Well fuck you too, World

28, bitter, and unemployed...

But I do what I want. :)

On the one hand, you can tell he’s genuinely happy for his friend… but on the other, there’s something else there.  Resentment he doesn’t get to play the hero any more, discomfort at his “protector” role in their friendship being essentially invalidated, envy now that his gawky friend is the more good-looking, masculine one of them?  Or just mild annoyance that someone who was such a huge part of his life could have gone through such a huge change without his even knowing about it?

If you think about it, it’s a hell of an adjustment to have to make.

Lamotrigine is a little bitch; or, makeup advice for the similarly afflicted

Lamotrigine can be a real bitch sometimes.  Epilepsy is too, and I do understand the drugs are a necessary evil, there are some things I refuse to accept… and one of those, vain as it sounds, is my skin looking like crap.

I’d always had very good skin, with no spots or blemishes, but I’ve found Lamotrigine causes me to get red patches and in general dulls my complexion, as well as making me prone to rashes.  The insomnia I get also means I have constant dark circles under my eyes.  Granted I am on a very high dose, but I know a fair few others who have these issues, so I figured I might as well share the tips and tricks I’ve learned.

1. Basic skincare - I use E45 cream at night, which is super rich and super cheap, and works better than any high-end cream I’ve used.  I also use HC45 hydrocortisone cream on any red patches; the pharmacist tells you not to use it on your face, but use it sparingly and you’ll be fine.  For taking off makeup, cleanser and toner can be too harsh - I recommend Garnier’s “Goodbye Dry” cleansing wipes.

2. Dealing with the red patches - I recently discovered Eucerin Anti-Redness Moisturing Day Fluid, which is a rather startling shade of green but works miracles - I used to have to trowel on the concealer, but a carefully applied layer of this to red areas means I barely need any at all.  It’s also a fantastic moisturiser and has extracts that help treat the redness while hiding it.  Eucerin in general make amazing products, I use their rich moisturing cream on my tattoos when I have them done and they’re second to none.

3. Hiding stubborn spots - I use Benefit’s Fake Up concealer - it’s got a kind of built-in vaseline-y thing (check my technical terms, word) that means it doesn’t dry out your skin or do that weird cakey speckly thing when you try to spread it on.  I apply it to the dark spots under my eyes and also to the red patches that lurk beneath my nose, but keep it to the bare minimum possible; the lamotrigine dulls my skin enough without my adding to the problem by pasting on the product.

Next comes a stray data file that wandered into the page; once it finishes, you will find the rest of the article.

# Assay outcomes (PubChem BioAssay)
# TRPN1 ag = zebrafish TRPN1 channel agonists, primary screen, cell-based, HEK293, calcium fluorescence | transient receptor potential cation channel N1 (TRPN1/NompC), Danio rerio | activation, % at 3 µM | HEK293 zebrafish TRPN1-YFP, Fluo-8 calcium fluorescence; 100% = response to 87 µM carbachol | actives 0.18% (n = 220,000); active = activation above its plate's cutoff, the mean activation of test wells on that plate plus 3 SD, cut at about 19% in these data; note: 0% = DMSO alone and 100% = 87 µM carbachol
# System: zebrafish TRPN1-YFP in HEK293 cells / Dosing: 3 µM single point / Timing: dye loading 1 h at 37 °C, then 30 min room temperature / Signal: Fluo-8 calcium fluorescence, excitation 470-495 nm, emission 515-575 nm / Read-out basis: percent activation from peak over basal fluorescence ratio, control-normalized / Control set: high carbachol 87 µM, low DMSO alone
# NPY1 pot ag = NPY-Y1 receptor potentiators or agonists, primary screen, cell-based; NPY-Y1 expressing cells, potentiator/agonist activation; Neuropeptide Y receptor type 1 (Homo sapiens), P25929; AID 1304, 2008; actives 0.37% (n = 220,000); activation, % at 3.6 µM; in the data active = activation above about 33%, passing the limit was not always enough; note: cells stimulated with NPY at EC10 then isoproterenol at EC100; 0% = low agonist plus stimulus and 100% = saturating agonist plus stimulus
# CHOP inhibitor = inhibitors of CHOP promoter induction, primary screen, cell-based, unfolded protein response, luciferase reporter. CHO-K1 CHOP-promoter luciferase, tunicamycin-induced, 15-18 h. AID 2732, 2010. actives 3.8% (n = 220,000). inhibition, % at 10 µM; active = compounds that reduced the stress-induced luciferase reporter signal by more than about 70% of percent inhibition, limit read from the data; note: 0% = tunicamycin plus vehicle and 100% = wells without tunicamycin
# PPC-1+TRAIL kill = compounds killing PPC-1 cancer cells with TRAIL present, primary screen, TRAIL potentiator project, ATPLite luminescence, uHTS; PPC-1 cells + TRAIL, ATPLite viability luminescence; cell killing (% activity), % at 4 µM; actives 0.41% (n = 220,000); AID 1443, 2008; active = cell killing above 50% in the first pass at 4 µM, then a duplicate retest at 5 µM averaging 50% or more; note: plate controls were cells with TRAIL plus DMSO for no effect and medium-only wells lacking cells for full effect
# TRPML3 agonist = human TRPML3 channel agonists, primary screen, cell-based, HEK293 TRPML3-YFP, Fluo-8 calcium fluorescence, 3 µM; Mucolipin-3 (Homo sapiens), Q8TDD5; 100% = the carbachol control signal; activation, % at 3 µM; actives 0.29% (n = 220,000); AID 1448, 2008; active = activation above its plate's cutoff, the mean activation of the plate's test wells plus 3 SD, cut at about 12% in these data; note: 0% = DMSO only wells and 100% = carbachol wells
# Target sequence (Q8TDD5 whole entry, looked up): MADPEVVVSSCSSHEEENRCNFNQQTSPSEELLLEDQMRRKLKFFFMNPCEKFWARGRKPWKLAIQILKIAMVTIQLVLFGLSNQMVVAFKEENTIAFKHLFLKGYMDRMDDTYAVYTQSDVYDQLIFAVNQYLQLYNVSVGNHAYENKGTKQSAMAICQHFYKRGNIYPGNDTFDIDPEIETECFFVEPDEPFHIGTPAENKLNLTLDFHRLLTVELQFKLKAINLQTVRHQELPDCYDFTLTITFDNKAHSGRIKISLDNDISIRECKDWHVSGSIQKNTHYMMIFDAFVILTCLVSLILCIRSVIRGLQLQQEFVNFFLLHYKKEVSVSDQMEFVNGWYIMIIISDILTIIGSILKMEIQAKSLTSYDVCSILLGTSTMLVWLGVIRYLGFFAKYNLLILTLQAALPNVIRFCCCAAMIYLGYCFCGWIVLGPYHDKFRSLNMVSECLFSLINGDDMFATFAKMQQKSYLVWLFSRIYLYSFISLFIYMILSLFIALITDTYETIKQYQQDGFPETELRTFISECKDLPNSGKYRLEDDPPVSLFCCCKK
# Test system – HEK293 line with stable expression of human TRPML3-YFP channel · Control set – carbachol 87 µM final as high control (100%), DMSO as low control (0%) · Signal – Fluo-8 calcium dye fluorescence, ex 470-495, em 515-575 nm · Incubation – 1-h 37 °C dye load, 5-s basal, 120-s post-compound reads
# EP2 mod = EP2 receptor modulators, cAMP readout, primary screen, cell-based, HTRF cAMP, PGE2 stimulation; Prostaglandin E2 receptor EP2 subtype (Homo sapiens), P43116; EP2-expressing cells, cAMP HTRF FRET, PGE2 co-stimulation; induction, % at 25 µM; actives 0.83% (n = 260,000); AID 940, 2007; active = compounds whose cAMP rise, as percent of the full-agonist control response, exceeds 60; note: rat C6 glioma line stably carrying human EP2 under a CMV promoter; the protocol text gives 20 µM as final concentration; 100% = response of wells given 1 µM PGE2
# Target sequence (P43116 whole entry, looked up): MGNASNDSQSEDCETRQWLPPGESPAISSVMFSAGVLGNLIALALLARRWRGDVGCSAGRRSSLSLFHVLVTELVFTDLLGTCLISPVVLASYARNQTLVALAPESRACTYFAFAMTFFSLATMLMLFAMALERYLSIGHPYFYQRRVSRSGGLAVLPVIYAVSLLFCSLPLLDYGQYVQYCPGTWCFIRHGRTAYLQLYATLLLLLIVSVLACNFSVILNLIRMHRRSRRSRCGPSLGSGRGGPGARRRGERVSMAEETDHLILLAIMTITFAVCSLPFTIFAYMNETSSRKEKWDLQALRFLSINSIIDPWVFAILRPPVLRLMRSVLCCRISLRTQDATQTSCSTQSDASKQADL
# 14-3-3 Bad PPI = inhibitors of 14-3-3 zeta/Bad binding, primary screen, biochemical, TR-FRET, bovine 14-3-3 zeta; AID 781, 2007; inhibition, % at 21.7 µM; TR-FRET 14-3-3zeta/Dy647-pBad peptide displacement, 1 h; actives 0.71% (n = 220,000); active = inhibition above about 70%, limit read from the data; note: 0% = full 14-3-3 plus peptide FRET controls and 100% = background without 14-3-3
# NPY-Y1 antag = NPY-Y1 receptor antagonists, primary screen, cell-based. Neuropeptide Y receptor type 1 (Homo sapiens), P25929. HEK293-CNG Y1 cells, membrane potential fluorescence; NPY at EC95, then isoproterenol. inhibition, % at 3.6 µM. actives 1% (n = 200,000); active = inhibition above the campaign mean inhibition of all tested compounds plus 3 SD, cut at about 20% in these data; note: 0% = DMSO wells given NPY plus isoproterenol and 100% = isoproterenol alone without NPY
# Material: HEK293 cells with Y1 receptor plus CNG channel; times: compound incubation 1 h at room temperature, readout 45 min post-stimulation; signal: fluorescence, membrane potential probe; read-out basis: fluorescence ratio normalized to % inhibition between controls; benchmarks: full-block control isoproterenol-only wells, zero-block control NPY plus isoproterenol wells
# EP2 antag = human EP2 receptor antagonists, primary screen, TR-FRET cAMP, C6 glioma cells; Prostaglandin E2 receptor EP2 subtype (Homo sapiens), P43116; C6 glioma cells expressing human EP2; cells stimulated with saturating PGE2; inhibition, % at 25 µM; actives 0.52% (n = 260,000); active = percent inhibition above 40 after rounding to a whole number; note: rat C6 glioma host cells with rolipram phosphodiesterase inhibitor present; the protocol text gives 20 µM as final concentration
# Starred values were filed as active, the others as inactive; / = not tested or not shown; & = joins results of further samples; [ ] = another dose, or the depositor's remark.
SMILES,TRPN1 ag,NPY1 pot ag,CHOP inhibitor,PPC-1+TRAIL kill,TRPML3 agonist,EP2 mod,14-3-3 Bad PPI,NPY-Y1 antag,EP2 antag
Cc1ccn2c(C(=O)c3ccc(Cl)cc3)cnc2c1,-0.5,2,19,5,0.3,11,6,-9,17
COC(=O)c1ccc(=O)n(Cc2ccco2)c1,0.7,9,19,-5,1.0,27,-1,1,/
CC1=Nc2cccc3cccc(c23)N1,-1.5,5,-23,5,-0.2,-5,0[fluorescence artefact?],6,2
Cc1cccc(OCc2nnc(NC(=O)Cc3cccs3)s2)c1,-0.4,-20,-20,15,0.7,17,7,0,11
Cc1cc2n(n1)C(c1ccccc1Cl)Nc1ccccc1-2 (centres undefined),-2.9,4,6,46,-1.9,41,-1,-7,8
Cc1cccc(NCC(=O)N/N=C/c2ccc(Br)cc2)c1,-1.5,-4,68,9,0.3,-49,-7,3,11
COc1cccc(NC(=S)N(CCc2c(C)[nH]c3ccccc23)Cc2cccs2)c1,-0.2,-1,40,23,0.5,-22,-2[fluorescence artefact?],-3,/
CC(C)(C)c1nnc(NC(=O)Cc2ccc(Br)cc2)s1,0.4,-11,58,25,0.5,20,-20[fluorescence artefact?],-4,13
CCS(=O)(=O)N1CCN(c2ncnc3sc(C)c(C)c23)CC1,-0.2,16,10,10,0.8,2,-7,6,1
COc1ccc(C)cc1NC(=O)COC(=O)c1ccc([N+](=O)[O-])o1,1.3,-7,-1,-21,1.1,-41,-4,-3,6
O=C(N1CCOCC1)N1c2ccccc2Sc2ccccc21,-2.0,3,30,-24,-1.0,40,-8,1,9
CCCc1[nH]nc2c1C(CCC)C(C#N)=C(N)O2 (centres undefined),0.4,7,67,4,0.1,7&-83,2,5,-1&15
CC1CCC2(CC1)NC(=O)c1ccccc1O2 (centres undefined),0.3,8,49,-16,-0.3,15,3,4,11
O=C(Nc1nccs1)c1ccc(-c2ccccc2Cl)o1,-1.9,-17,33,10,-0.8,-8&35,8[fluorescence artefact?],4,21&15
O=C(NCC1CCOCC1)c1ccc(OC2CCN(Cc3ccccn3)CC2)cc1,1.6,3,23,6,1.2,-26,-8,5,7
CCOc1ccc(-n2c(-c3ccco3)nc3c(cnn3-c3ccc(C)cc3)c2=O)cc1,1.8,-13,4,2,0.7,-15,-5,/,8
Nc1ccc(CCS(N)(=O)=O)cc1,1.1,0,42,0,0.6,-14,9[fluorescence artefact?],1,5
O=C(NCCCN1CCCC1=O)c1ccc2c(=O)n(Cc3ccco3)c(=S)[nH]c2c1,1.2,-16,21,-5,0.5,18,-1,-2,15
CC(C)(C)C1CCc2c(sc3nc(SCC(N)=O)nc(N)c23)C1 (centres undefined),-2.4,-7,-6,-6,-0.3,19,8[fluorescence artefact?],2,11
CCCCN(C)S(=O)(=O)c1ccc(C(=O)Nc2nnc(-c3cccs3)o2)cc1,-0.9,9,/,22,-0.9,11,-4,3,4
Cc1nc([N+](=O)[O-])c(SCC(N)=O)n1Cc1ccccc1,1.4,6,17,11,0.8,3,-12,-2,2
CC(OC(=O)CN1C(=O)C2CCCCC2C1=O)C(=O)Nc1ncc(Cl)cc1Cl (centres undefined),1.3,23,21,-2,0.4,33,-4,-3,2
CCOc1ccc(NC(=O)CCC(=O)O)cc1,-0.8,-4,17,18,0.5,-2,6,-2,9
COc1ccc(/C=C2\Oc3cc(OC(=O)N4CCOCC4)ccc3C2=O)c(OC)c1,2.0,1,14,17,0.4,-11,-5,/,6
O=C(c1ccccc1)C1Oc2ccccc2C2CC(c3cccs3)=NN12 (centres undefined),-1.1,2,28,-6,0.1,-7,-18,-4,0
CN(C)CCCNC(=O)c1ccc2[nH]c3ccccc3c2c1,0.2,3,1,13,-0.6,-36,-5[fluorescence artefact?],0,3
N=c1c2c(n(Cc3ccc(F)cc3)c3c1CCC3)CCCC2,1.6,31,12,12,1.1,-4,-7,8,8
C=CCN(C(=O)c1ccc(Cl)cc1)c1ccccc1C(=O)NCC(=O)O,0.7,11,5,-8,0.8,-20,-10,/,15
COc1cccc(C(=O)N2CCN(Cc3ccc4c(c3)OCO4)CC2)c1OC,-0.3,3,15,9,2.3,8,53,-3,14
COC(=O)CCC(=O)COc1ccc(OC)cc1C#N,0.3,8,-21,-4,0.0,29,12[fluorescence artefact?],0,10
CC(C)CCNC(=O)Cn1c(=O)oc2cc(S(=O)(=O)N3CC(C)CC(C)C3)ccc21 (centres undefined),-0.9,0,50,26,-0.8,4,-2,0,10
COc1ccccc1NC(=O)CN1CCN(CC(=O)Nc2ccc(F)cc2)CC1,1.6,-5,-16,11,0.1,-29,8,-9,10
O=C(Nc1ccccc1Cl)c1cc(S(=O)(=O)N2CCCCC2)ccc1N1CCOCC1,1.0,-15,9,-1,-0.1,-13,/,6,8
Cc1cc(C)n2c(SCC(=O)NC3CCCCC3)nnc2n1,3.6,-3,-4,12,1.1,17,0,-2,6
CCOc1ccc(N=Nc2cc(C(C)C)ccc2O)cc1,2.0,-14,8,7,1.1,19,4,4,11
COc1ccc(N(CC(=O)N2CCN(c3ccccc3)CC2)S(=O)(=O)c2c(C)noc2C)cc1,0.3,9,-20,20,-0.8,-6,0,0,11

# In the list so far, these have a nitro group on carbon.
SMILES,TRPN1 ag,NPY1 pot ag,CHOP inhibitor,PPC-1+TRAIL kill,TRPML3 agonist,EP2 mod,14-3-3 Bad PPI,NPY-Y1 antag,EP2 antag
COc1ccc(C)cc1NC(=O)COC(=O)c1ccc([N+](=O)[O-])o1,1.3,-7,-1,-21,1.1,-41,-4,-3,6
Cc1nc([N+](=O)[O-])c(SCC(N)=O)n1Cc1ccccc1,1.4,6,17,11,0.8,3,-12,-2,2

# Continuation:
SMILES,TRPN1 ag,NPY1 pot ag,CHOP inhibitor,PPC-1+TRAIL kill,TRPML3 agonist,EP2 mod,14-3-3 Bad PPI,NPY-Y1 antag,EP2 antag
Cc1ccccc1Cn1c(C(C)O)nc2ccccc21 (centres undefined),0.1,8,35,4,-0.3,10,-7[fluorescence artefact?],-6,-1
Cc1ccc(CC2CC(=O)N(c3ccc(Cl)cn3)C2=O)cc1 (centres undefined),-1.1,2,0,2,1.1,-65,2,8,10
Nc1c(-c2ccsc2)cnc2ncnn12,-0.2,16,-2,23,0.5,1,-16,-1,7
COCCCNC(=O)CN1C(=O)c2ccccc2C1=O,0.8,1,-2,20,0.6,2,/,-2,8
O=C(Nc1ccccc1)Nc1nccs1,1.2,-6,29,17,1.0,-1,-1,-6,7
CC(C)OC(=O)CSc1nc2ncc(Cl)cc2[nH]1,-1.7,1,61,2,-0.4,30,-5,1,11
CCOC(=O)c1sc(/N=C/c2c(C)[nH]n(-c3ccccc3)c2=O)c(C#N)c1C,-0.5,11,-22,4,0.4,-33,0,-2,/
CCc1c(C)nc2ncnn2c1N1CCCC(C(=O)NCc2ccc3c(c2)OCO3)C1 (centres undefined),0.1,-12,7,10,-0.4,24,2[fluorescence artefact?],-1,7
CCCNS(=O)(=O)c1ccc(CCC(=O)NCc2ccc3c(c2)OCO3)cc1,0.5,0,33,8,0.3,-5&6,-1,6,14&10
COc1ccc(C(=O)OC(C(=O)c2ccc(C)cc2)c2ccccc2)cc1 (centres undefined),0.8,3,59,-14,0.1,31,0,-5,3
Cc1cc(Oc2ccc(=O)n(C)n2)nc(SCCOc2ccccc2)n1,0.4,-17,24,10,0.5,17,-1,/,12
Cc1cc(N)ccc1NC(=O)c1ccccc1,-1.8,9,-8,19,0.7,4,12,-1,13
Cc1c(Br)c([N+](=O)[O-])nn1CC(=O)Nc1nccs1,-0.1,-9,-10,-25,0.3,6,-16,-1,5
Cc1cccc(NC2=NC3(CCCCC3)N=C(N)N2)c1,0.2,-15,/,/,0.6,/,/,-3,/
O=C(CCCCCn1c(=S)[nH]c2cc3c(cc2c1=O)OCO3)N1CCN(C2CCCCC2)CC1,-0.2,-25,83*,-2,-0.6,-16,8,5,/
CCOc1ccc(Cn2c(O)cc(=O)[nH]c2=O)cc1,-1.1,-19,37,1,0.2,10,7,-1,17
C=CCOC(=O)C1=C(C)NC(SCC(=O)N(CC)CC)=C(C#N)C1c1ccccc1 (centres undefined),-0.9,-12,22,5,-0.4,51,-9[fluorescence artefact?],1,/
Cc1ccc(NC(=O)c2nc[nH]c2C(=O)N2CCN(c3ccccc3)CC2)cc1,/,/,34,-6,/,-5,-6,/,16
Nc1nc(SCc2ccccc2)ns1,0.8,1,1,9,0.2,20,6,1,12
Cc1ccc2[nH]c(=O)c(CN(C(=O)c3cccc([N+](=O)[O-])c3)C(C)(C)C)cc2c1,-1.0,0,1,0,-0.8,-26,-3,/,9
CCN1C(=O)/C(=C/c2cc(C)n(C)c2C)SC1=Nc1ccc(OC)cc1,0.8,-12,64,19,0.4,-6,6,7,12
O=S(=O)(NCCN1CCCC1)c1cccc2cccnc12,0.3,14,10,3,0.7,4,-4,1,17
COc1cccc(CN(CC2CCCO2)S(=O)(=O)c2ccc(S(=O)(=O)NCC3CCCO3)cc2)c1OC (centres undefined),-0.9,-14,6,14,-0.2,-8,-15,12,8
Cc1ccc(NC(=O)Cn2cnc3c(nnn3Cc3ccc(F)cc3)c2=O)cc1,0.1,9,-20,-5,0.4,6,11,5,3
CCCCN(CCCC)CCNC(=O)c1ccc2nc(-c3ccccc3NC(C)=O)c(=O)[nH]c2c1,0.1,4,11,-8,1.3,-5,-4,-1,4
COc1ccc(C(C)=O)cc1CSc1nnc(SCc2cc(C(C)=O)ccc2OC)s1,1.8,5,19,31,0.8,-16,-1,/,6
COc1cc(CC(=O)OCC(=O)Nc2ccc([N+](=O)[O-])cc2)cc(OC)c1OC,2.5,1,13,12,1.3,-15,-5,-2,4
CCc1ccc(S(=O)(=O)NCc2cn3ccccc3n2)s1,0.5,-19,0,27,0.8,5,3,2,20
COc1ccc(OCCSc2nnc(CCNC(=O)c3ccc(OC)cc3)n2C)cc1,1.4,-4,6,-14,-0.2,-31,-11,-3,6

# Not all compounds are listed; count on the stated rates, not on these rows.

4. Foundation time - Often, I don’t need to use foundation once I’ve used the green cream and the concealer, but if my skin is feeling particularly recalcitrant I use Chanel Lift Lumiere foundation.  I dispense it onto my palm to warm it, which makes it go on better, and once again use the bare minimum.  I also apply it to my eyelids and general eye area to even them out.  As well as being quite sheer and having a built in SPF, it comes in a whole range of skin tones and also reflects light in such a way to make me look less like I’ve been dead for a week.  If Chanel is too pricey, Bourjois 10 Hour Sleep Effect Foundation is also a great choice, and Cover Girl makes a great foundation too.

5. Highlighter - Highlighter is an essential if you have dull skin.  Apply it to your cheekbones, jawline, browbone, the centre of your forehead, and down the bridge of your nose.  I use Chanel Le Blanc De Chanel, which is extraordinary - if someone takes a photo of you using the flash, it actually makes your skin looks airbrushed.  Highlighter also adds definition, which is great if your meds have a tendency to make you look puffy.

6. Powders - If you’re anything like me, you’re probably on more than one anti-convulsant, and one of the fuckers (I’ve yet to figure which) makes my face get very shiny, very fast (yet I’m still cursed with dry patches.  Go figure.)  Even if you aren’t cursed with this issue, it’s a good idea to “set” your makeup, which is something else sheer powders are great for.  I use Chanel Les Beiges, which not only does this but also gives you a healthy glow rather than that cakey mask look some powders can cause.  To this end, and also to help with the “not-looking-like-a-corpse” thing, I use a rosy peach pink blusher - smile, then brush it onto the apples of your cheeks and then up below your cheekbones.  I then use a little brush to apply a little extra to the underside of the apples of my cheeks, which adds some definition (good if the meds also make you puffy.)  My favourite blush is Chanel Joues Contraste, but Bourjois also have some excellent ones.

All these products I have used successfully and are very kind to skin; I have very sensitive skin that takes offence to everything, hence my using quite high-end products.  In my opinion, though, they’re well worth the expense, because they last forever and are miracle workers… and, most importantly, they won’t give you a rash (unlike you, Lamotrigine, you little bitch.)